1st, there will be two lists. The first list will consist of five albums that you all know and recognize. They could be considered classics. The second will be broken down into two sections; five are albums/bands which you may not yet know, and they may not ever find themselves on the cover of The Rolling Stone but were still able to put together a great run of songs and the second group of five consists of my fav. albums/bands.
2nd, the albums on this list could not be greatest hits or compilations. They were created, produced and sold as original pieces of work at the time.
3rd, there had to be at least 3 songs in a row to make this list and each song had to be a hit, or if not a hit, at the very least a very well known track by the artist. Obviously you could say that any song could fit this bill, but let’s just have some fun and pretend your apart of the masses.
Finally, as with all of my lists on the site, there is no particular order of preference or relevance.
The List You Know
1 – The Beatles (Sgt. Pepper’s Lonely Hearts Club Band, 1967)
This iconic album is best recognized as the album that has the cover filled with all of those famous people, however once you hit the play button, you quickly realize that it’s not just a flashy cover. The first four tracks are all easily recognized, loved and still to this date, used in movies and television commercials (showing how much staying power these songs all had). Tracks 1 – 4 – Sgt. Pepper’s Lonely Hearts Club Band, With A Little Help From My Friends, Lucy In The Sky With Diamonds, Getting Better
2 – Fleetwood Mac (Rumours, 1977)
This might have been the 11th studio album for Fleetwood Mac, but there is no denying that Rumours best represents what would be known as the Fleetwood sound. With over 40 million sales worldwide, Rumours, allowed the band to sky rocket to new heights professionally, helping to maintain a career that would span over 30 years. Tracks 1 – 5 – Second Hand News, Dreams, Never Going Back Again, Don’t Stop, Go Your Own Way
3 – Rush (Moving Pictures, 1981)
I have to admit that up until a Facebook post made a couple of weeks ago, my Rush listening experience was next to nothing. Aside from a few of the hits, I couldn’t really name any of the songs, nor did I particularly care if I ever did but when I had read the statement that Moving Pictures, was “the best rock record ever” I had to have a listen. Needless to say I was blown away. (let me say this, I’ve always understood that this band had possessed insane amounts of talent and that musically they were considered beastly) Starting at track 1 and continuing on for the next 20 minutes, Moving Pictures is an album that everyone needs to at least hear once. I can honestly say that it has found its spot in my collection…..and they’re Canadian!! Tracks 1 – 4 – Tom Sawyer, Red Barchetta, YYZ, Limelight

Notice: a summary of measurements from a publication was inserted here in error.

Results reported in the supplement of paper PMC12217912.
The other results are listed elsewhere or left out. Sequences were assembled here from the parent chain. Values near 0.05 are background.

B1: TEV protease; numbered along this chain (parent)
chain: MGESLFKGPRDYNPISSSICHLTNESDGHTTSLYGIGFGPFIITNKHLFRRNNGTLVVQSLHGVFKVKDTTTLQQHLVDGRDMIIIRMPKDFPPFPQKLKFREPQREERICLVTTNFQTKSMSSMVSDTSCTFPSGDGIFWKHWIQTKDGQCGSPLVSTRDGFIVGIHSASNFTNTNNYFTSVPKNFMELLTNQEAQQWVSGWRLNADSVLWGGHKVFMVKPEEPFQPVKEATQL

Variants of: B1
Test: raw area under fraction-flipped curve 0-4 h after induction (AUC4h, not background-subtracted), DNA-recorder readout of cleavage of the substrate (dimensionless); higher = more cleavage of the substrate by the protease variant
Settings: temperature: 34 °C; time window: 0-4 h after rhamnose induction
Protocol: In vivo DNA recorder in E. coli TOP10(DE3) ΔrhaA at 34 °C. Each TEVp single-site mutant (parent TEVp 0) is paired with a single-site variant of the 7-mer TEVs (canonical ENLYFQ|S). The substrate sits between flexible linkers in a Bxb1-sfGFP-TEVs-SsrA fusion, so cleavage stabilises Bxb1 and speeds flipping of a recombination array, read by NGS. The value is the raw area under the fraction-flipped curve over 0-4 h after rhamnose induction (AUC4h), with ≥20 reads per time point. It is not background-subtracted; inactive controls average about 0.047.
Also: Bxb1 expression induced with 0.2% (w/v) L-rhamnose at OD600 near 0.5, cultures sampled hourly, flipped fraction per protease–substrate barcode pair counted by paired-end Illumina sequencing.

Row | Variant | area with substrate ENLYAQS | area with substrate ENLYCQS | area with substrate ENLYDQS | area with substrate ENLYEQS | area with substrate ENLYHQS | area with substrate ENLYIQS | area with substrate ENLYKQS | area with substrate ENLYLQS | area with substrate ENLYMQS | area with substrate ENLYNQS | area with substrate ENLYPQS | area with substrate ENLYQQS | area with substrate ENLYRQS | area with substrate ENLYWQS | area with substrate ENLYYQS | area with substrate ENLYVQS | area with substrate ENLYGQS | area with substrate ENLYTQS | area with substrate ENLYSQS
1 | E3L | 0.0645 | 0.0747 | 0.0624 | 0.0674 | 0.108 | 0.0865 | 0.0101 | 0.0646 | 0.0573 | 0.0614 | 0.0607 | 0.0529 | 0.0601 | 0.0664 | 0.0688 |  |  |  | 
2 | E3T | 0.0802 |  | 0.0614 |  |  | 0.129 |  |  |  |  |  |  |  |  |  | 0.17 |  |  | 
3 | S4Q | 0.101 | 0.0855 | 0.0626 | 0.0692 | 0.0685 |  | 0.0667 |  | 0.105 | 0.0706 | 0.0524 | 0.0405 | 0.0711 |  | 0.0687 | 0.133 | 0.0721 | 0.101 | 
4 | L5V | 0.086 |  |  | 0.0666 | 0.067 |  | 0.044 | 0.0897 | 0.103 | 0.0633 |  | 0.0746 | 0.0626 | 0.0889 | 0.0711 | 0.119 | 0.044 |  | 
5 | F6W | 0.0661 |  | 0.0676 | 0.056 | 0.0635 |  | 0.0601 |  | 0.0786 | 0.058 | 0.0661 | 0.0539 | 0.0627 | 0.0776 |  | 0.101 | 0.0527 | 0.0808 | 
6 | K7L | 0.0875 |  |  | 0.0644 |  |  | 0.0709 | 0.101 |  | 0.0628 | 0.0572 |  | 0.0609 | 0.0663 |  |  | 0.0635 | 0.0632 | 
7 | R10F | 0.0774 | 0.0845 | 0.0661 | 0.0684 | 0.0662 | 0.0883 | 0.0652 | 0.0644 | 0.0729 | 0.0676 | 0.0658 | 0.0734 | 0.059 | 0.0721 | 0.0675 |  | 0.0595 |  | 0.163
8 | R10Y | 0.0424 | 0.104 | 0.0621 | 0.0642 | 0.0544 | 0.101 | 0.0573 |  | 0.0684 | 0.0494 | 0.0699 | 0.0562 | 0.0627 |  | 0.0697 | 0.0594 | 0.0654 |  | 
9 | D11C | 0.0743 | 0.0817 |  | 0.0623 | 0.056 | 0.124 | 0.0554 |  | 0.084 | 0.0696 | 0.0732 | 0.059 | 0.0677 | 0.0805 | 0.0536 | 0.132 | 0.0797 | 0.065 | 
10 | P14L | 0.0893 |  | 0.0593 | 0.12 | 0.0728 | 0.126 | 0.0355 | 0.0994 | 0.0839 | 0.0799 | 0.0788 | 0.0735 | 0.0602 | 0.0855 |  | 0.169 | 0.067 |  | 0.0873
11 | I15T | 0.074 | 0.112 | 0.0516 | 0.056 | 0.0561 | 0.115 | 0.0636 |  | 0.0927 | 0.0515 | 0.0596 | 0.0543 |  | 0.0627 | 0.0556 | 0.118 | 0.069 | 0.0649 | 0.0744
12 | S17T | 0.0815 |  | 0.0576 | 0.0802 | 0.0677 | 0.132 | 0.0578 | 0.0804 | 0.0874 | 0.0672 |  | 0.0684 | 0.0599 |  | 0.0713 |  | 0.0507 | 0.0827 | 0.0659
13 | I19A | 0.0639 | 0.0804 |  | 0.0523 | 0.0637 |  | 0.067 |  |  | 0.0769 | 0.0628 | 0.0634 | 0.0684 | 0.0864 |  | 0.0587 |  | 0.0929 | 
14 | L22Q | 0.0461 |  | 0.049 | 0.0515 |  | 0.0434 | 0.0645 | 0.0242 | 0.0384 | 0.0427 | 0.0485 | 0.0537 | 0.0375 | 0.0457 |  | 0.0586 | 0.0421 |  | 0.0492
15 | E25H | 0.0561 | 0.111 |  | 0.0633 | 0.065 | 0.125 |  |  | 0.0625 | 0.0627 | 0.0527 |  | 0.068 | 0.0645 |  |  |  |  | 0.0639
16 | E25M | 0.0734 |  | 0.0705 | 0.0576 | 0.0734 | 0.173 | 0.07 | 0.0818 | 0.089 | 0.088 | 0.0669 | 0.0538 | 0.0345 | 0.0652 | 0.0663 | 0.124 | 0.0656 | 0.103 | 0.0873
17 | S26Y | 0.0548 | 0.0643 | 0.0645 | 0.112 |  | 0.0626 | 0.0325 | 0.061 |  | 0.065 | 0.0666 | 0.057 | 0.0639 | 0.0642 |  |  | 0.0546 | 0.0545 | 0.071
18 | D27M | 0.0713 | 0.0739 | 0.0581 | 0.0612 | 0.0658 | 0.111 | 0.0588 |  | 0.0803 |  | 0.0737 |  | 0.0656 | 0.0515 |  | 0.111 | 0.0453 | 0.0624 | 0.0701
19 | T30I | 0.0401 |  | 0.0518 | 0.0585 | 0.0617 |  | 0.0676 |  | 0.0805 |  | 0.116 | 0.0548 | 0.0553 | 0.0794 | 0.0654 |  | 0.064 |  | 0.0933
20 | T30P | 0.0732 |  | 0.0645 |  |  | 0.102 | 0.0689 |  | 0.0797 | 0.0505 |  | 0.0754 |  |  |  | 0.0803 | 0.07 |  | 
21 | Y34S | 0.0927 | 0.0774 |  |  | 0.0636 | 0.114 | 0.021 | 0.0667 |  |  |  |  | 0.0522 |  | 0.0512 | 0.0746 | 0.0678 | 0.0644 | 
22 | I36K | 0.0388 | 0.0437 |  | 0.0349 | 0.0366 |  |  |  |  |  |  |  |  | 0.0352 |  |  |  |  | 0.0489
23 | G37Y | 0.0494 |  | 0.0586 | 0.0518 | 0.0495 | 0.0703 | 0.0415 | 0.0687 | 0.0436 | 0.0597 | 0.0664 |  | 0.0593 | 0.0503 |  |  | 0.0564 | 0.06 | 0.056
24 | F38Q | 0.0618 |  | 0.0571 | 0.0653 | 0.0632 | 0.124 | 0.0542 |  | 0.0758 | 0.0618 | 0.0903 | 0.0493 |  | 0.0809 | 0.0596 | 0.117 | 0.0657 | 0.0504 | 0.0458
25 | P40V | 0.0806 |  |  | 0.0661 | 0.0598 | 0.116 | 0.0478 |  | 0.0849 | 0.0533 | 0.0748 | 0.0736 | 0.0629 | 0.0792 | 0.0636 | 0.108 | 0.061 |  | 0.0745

4 – Pink Floyd (Dark Side Of The Moon, 1973)
When Pink Floyd first took off, they were more of an experimental, acid rock band, but by the time they had landed they had become a well polished, musical experience that would create two of the biggest concept albums to ever grace this planet. One of those just so happened to be Dark Side Of The Moon. Originally I wasn’t going to place this album on my list for the simple fact that you could argue that because this album is so good, track 1 through 10 could be on there, but after a few listens I decided that there are a few spots where the album might be a little less memorable. (as stand alone tracks, but still very important to the entire listening experience of the album) Musically this album is filled with ideas, sounds and concepts which other bands have never been able to reproduce. One could argue that it could be the greatest album to ever be recorded. A cool little piece of trivia about this album is that it had spent 741 weeks on the music charts…..mind blowing. Tracks 4 – 7 – Time, The Great Gig In The Sky, Money, Us and Them
5 – Michael Jackson (Thriller, 1982)
How could we not have a list like this and forget about the king of pop. Spawning 7 hit singles, all within the top 10, Thriller became an instant classic over night. Building on the sound which would define his prior album, Off The Wall, Jackson would hone the RnB/pop tones and blow, both critics and fans, away. Over the past 15 years, bands and artists have tried to recreate the perfect pop album and some have come close, but as we know close is only good in horseshoes. Thriller stands alone on the top of the hill, while all other pop albums hopelessly try to find their footings below. Tracks 4 – 8 – Thriller, Beat It, Billie Jean, Human Nature, P.Y.T.